U.S. attorney report could boost Neilson defense

ABERDEEN – Hal Neilson’s attorneys may have fresh powder for his defense with a look at documents related to former U.S. Attorney Jim Greenlee.
Neilson, 49, of Oxford is accused in a five-count federal indictment that he lied about his financial interests in the Oxford building where he was top FBI agent.
Monday, prosecutors continued to bring witnesses to testify about numerous documents and Neilson signatures attesting to his participation in a search process for a new building.
But midway through the day, defense attorney Ronald Michael of Booneville asked that his side be allowed to see government documents refered to in earlier testimony by Susan Howell, an investigator for the U.S. Inspector General’s Office.
Howell had said that she began to look into the Oxford building process after receiving information from Greenlee, the U.S. attorney at the time. He has declined to comment on the case.
While the prosecution team – Rene Salomon and Richard Bourgeois Jr. – seemed to dismiss defense interest in the documents, Judge Sharion Aycock ordered them found over the lunch break.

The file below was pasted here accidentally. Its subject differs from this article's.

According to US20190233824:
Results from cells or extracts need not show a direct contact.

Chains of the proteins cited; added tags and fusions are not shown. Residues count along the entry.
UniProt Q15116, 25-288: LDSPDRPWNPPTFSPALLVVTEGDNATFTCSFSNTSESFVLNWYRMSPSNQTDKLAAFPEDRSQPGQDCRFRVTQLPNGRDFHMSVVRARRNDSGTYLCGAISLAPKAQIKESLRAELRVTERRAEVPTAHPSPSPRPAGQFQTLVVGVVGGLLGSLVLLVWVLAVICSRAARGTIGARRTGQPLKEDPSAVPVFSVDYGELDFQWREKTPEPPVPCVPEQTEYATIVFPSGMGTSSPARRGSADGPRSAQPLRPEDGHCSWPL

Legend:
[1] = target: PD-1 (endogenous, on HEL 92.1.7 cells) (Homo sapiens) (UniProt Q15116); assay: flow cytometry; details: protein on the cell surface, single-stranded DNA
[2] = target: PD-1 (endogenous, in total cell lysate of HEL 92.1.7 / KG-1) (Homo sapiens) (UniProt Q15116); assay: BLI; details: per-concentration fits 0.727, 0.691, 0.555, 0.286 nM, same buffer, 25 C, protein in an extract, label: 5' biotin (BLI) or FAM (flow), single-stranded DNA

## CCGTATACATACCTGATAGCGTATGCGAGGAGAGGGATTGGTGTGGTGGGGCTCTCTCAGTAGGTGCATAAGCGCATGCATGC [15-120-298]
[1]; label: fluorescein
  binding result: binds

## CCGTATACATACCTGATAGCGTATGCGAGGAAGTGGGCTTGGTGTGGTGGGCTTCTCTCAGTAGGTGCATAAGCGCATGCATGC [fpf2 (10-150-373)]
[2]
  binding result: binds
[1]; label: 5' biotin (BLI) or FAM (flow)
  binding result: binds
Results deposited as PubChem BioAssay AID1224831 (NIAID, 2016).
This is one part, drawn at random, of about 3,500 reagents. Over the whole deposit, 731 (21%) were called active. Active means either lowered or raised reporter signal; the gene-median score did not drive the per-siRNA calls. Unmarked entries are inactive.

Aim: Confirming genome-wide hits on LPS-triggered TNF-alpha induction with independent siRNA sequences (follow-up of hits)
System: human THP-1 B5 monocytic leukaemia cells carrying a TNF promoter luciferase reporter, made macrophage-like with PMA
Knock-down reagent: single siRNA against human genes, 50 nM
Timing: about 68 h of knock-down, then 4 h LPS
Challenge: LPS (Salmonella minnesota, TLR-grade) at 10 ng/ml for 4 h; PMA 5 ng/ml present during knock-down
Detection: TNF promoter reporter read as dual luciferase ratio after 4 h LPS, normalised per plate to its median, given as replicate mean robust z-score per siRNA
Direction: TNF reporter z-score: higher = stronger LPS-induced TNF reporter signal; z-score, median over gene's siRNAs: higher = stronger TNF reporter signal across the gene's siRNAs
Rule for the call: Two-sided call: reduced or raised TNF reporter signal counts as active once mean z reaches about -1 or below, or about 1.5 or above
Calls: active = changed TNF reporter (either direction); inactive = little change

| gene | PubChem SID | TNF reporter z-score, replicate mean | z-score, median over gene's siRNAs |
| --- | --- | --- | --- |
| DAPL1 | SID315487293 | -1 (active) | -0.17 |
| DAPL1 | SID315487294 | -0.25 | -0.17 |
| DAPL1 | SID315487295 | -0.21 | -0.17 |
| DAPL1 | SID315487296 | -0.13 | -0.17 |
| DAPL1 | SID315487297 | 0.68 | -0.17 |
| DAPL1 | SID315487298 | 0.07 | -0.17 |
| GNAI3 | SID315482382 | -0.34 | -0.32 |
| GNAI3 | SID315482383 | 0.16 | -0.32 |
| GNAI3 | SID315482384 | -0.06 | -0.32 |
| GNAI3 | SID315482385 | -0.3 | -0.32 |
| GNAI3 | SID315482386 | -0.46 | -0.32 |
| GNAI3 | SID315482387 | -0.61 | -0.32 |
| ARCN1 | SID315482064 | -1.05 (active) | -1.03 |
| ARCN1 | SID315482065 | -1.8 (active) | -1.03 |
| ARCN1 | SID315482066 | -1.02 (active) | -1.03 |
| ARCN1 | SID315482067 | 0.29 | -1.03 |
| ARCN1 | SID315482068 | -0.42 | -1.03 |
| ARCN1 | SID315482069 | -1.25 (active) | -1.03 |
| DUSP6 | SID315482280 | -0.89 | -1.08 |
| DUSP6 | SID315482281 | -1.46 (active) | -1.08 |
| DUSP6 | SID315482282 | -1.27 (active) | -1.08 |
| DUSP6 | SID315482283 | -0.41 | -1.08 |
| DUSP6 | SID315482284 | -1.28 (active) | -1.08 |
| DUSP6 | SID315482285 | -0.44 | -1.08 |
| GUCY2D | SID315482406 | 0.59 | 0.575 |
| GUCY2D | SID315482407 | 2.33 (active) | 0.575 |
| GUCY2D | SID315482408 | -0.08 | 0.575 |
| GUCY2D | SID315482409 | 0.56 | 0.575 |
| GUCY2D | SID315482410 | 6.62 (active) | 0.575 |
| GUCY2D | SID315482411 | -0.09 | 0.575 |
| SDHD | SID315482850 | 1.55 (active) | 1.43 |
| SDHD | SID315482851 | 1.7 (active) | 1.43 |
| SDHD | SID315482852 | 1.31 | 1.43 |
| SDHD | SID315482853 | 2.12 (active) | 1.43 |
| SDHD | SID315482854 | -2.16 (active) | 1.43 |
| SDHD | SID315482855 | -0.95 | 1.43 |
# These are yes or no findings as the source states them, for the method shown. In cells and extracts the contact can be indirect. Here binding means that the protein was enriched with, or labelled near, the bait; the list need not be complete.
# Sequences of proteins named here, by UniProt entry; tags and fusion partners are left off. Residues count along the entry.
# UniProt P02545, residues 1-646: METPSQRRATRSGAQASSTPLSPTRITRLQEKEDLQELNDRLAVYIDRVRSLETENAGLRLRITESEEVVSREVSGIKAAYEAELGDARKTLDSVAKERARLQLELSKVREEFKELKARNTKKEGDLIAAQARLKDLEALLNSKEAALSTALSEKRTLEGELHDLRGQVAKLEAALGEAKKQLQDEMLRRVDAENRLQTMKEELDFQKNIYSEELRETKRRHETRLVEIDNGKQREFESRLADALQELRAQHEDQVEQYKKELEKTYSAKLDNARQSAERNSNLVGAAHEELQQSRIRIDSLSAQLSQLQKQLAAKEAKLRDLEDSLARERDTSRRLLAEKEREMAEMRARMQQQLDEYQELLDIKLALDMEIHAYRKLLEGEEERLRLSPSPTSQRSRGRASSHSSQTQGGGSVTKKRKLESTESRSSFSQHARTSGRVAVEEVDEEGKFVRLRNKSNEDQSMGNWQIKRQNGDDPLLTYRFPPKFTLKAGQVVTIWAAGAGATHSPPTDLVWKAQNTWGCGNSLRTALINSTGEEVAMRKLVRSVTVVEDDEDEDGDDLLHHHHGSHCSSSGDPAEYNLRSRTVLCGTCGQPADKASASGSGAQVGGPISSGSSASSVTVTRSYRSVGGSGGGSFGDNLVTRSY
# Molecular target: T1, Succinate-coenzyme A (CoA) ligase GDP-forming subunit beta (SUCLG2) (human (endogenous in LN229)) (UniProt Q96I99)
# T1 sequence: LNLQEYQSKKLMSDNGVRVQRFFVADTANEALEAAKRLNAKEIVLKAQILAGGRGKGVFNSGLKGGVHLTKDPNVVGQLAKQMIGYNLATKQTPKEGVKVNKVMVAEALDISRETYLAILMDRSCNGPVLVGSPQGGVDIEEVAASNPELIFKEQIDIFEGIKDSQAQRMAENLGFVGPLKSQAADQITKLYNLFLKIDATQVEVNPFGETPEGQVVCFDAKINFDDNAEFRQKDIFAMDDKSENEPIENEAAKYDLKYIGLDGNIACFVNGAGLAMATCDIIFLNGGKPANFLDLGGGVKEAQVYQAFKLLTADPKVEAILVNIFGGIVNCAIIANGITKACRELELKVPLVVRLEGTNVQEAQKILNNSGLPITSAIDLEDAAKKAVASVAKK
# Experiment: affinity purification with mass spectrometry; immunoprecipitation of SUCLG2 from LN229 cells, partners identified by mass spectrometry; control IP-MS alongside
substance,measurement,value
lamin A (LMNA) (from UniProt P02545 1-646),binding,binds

The men returned with a report-looking sheath of papers, which Aycock examined for more than 20 minutes. Then she spoke in private with the attorneys for another 10 minutes, without making any public pronouncements.
But defense attorneys looked pleased with the result while Salomon was red-faced.
Neilson contends that his legal troubles arise from a feud with Greenlee and that he is the victim of “selective prosecution.”
Recently, Aycock ruled that the defense cannot mention anything about the bad-blood with Greenlee. It was unclear late Monday how or if the new document may affect defense strategy.
Monday was the trial’s fifth day, and Aycock is pushing hard for it to end this week.
Monday, the government’s witnesses included members of two site selection teams that looked at Oxford property for the new FBI headquarters. Each said Neilson was wrong in a recorded interview when he said the process was “secretive” and he didn’t recall signing any documents.
But most of these witnesses said they couldn’t recall some details because the process was nearly seven years ago.
Former Jackson FBI top agent William Jenkins, the day’s final witness, said he didn’t know Neilson had one-third ownership of the building, had never given him permission to do so and didn’t know anyone else who had.
Contact Patsy R. Brumfield at (662) 678-1596 or patsy.brumfield@djournal.com.


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